Having already turned down a bid of £1.5 billion (€1.74 billion) for the club, the Glazer camp continue to insist they have no interest in a sale.
Nevertheless, a bid is anticipated, and will even be welcomed by the Americans, if only to bring some clarity to their own position, which it has been stressed by sources close to the family has not changed from the moment they completed their controversial takeover five years ago.
While they remain hugely active in the sponsorship field and continue to run the club successfully on a day-to-day basis, it is felt far too much energy is being devoted to general financing of the ownership, which it is insisted the family are comfortable with. Even the controversial PIK loans, the interest for which is about to rise to 16.25% due to clauses inserted when they were originally taken out, are manageable, and, it has been repeated, are lodged against the Glazer family rather than United itself.
The impact of the £500m bond, which raised questions about the potential sale of Old Trafford and United’s Carrington training complex, has also been played down too, with the argument being put forward that greater financial flexibility was achieved through the hugely successful bond issue.
It continues to be pointed out that Alex Ferguson has complete freedom to act as he wishes in the transfer market, having already spent £20m on the arrivals of Chris Smalling, Mame Diouf and Javier Hernandez.
This has not cut much ice with the Red Knights, who feel the previous £1.5b bid is only being mentioned now in an attempt to drive up this price.
In a statement yesterday, the Red Knights highlighted a downward trend for football finance in general, which they believe makes United less valuable than it was.
Mindful of the need not to stretch themselves too far and the Glazers making an even greater profit at the expense of United’s long-term stability, the Red Knights confirmed they will not be held to ransom.
“The Red Knights are continuing to seek to assemble a consortium to acquire Manchester United,” said a statement released on behalf of the group this morning.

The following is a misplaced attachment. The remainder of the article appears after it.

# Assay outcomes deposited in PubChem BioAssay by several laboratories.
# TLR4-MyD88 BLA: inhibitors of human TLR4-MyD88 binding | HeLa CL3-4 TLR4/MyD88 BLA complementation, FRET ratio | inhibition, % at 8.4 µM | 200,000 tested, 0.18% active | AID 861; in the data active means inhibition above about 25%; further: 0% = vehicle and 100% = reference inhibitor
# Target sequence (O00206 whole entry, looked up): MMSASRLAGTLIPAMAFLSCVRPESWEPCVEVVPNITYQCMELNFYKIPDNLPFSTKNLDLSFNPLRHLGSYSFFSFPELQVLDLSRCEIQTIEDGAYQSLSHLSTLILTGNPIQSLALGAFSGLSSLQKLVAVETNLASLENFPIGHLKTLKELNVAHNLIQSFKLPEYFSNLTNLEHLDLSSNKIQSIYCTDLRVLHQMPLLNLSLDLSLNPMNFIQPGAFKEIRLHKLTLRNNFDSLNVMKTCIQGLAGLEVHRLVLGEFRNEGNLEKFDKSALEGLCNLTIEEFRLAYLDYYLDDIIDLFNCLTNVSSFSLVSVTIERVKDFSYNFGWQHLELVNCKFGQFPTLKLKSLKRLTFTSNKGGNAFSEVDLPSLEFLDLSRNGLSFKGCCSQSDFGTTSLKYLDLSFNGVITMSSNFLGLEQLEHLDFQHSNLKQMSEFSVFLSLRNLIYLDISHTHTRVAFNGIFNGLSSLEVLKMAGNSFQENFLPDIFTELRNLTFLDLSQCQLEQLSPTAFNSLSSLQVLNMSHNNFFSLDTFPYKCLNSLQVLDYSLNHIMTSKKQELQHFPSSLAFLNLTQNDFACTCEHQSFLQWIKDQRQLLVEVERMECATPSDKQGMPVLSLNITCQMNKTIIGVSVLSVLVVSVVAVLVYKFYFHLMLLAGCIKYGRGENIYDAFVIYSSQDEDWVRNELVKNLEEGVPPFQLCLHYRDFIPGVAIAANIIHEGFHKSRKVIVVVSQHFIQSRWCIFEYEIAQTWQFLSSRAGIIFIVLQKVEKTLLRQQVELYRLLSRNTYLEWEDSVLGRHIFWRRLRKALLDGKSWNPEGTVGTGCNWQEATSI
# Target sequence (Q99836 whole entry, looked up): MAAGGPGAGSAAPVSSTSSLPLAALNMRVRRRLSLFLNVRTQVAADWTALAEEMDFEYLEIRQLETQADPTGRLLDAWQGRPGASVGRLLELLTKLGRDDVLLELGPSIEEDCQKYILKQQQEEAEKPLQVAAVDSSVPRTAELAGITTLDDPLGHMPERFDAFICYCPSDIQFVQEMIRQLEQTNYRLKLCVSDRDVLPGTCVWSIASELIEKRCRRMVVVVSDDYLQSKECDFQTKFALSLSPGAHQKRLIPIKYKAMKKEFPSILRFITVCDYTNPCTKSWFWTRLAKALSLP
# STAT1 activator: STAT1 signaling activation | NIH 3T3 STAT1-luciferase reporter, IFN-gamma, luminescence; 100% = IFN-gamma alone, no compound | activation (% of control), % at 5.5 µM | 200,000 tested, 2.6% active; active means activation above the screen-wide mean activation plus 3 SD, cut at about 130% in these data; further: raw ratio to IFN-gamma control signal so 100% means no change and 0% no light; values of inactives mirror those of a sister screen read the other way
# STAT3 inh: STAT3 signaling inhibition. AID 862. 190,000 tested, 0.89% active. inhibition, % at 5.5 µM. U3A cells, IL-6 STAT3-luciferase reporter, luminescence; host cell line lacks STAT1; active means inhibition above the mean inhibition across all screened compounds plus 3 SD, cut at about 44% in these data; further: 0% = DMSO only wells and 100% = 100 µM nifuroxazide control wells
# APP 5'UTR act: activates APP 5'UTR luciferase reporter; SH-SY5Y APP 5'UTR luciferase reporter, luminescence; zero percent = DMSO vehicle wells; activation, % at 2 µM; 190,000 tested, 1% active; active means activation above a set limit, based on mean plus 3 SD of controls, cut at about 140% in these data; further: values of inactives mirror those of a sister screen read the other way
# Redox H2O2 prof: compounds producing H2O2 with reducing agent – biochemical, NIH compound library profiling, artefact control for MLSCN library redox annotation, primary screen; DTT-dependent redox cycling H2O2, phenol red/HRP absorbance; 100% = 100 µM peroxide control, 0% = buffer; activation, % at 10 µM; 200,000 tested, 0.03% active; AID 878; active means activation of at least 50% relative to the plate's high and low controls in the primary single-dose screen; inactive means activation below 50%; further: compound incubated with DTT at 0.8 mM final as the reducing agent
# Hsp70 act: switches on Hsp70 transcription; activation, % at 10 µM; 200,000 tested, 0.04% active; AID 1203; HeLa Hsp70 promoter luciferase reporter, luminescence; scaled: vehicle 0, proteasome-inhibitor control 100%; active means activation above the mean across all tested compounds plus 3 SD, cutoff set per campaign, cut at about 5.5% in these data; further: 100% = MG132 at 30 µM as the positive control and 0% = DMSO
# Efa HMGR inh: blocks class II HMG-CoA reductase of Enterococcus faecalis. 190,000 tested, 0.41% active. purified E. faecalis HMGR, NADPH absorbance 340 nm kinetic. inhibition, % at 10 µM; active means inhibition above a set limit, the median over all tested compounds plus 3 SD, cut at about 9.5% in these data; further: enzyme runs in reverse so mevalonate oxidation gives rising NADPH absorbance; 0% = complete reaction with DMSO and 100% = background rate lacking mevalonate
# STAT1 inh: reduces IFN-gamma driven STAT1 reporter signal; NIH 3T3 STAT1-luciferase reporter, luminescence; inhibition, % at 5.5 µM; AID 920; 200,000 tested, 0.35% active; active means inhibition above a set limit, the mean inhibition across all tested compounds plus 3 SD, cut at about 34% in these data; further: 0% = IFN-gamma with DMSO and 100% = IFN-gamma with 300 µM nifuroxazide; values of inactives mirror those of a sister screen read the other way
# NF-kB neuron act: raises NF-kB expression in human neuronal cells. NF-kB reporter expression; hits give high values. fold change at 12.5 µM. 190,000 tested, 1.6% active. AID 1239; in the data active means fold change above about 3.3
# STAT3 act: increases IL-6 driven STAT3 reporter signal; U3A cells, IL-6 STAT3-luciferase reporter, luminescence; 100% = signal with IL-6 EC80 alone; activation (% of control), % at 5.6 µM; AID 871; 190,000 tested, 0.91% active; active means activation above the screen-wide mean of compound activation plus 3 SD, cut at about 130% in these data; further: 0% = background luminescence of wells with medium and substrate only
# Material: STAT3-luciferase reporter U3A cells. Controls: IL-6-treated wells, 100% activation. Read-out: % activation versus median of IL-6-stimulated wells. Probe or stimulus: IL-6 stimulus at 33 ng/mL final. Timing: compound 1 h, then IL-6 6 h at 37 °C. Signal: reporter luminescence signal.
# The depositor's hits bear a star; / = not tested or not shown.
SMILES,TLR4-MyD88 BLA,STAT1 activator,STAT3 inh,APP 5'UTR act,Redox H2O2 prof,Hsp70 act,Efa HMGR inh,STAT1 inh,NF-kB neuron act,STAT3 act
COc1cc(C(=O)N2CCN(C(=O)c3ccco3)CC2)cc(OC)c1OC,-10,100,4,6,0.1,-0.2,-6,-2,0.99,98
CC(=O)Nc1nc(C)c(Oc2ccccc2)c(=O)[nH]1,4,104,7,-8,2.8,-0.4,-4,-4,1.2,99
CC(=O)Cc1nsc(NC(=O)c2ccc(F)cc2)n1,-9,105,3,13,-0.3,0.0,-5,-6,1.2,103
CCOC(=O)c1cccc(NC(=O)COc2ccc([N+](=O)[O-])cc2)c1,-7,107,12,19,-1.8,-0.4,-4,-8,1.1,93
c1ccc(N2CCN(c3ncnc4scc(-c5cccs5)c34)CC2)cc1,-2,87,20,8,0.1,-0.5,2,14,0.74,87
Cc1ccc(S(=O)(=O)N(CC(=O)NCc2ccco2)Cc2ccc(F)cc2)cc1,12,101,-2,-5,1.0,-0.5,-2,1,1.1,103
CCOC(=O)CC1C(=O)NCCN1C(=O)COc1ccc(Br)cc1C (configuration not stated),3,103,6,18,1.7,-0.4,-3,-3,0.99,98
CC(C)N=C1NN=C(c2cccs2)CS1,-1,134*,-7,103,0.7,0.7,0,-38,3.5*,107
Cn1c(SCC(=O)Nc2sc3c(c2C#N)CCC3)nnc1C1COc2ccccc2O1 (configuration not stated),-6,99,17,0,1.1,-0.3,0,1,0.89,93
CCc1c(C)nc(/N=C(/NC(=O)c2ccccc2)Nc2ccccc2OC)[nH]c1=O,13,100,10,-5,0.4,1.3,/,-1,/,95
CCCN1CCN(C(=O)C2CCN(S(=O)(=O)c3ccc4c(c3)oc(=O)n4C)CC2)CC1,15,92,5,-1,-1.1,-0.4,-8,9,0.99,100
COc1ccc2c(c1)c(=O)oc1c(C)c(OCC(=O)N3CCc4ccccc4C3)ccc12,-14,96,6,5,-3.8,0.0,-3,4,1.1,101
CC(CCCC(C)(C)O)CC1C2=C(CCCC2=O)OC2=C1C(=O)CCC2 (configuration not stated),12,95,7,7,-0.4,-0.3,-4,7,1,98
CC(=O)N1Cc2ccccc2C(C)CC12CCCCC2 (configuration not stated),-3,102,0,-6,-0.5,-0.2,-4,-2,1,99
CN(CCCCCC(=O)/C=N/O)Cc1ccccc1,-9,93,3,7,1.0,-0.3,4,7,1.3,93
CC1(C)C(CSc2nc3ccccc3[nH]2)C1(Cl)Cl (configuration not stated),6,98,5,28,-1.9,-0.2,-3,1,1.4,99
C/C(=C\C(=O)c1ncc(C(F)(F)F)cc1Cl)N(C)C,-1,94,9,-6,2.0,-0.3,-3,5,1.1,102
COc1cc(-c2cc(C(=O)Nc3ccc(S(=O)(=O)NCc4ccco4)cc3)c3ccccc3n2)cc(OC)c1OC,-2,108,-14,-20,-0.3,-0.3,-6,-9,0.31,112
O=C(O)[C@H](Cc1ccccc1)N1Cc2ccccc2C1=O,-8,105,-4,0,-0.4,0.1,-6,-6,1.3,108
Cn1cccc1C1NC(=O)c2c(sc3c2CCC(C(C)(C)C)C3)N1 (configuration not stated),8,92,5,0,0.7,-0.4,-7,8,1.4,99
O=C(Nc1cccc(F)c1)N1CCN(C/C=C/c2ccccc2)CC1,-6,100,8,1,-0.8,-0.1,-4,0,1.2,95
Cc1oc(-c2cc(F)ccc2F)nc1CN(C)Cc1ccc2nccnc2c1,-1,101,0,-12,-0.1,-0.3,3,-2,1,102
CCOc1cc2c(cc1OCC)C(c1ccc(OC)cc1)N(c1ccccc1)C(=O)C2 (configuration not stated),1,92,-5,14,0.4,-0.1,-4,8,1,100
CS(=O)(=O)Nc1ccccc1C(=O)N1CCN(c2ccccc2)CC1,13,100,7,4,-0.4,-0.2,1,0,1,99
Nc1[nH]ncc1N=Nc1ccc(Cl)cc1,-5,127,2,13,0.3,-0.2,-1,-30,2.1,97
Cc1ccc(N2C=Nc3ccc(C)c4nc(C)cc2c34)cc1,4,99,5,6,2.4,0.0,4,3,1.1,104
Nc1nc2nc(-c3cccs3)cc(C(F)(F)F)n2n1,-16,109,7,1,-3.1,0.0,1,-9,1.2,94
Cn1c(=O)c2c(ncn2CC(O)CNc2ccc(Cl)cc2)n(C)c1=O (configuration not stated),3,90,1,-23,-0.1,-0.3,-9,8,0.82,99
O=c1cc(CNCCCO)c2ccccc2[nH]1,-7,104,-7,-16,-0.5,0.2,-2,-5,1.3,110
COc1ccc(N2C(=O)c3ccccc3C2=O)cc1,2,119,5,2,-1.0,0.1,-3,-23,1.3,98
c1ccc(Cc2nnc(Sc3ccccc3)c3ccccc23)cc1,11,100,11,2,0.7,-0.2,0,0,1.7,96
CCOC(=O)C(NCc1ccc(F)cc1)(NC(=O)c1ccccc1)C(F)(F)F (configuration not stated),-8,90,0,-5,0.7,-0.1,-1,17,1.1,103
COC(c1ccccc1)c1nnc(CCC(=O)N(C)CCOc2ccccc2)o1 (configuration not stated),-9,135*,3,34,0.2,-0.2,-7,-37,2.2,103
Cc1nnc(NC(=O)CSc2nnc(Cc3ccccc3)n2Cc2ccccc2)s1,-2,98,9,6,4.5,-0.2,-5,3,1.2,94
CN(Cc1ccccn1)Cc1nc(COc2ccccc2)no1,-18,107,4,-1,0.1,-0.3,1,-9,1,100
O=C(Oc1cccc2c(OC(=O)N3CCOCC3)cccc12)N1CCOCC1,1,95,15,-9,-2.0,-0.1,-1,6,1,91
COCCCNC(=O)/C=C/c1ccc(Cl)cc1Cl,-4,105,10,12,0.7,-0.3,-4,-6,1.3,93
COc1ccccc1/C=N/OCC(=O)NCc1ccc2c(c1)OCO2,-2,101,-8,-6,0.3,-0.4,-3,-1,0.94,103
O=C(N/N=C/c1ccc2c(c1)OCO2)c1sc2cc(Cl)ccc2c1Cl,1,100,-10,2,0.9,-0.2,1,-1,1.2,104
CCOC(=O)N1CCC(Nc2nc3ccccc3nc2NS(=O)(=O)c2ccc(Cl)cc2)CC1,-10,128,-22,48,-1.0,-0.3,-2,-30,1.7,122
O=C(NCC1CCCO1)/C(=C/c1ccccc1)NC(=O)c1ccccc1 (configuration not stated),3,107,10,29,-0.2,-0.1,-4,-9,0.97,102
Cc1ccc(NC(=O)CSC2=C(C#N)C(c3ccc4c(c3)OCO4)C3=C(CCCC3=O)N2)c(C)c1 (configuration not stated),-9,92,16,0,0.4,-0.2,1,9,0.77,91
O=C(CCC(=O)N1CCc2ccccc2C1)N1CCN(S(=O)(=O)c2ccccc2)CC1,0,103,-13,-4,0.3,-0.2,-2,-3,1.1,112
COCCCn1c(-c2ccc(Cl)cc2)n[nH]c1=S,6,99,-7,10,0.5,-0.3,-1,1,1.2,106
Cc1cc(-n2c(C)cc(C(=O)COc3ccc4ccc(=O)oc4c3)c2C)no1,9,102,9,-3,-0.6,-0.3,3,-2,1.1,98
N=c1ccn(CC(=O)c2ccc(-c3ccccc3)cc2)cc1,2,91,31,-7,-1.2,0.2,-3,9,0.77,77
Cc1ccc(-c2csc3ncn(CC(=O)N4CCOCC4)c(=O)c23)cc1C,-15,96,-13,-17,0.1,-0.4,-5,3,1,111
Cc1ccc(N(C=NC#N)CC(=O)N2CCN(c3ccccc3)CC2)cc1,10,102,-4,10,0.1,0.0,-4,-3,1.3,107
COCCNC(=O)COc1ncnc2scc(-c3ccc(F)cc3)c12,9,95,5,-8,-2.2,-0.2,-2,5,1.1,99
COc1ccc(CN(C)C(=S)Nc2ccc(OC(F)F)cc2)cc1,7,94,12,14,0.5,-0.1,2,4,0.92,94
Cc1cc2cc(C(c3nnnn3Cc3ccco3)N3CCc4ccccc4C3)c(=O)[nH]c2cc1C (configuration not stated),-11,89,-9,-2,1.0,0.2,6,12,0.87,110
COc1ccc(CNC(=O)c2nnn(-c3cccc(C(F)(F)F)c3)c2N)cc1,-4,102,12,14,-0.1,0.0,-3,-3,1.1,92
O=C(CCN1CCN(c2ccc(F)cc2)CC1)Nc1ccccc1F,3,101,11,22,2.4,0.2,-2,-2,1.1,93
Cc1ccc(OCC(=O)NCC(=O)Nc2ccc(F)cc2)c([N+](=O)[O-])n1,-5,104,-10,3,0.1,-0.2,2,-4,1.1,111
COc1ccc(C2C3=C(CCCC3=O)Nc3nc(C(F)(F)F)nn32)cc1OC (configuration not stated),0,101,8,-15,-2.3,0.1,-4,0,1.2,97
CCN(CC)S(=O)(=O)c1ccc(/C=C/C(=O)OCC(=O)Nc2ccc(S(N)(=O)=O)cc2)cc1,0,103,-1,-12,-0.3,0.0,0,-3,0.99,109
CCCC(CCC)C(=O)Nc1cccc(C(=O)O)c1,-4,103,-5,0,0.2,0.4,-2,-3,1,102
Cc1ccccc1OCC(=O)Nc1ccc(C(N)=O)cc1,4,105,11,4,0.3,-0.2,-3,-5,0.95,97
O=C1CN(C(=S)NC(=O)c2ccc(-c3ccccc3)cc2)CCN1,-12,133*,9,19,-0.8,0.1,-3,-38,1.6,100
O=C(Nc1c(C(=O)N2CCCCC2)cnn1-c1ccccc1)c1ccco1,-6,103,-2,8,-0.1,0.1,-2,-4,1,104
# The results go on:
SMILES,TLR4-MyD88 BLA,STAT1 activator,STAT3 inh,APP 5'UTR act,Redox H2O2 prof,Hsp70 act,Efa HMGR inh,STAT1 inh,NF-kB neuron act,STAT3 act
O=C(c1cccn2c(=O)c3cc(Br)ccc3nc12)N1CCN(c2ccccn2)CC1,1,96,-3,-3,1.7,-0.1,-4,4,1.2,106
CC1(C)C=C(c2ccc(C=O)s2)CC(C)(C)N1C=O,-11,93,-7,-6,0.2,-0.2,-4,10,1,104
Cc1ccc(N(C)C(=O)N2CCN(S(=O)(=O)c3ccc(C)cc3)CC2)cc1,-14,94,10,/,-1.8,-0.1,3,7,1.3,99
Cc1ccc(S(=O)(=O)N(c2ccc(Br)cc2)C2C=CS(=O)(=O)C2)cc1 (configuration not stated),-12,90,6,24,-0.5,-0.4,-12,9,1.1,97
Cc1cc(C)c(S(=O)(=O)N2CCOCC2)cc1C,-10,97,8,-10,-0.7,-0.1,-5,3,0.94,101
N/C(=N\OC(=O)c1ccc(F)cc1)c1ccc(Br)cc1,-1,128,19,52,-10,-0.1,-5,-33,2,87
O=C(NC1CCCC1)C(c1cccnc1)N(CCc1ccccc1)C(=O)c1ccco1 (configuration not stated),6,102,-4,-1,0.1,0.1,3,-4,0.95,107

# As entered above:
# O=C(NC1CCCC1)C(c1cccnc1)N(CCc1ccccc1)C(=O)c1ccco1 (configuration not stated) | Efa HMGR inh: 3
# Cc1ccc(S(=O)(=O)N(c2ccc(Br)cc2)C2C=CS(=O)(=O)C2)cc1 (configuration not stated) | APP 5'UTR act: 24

“Our primary goals remain to facilitate a return of ownership of the club to its supporters and the community; and to restore the financial health of the club. The response continues to be encouraging but the process to achieve it is understandably complex and is taking time.
“We have had productive conversations with potential investors in recent weeks which have reinforced our belief that it is wrong to offer above fair value, particularly given the urgent need for the club to reduce debt; and that fair value is likely to be reducing over time given the headwinds facing the game of football.
“Accordingly we will continue to build support in a measured way and will give a further update in due course.”
The Manchester United Supporters Trust has warned that if the Glazers turn the Red Knights offer down, they will immediately call for a boycott of season tickets and club merchandise in order to wreck the family’s financial blueprint.
An escalation in the hugely visual green and gold protests was evident yesterday when a smoke bomb was released outside the Megastore before a more vocal demonstration was held outside the directors’ entrance prior to the Premier League encounter with Stoke.
Whistles were then blown inside the stadium at the start and end of the second half, although the anger did not prevent United recording a 4-0 win which was not enough to keep hold of the title.
Meanwhile United and England striker Wayne Rooney has been named Barclays Player of the Season.
The award is further recognition for the 24-year-old’s outstanding campaign after scooping the PFA and Football Writers’ prizes last month.
Rooney’s latest award comes after it was revealed last week Tottenham boss Harry Redknapp had been made Barclays Manager of the Season.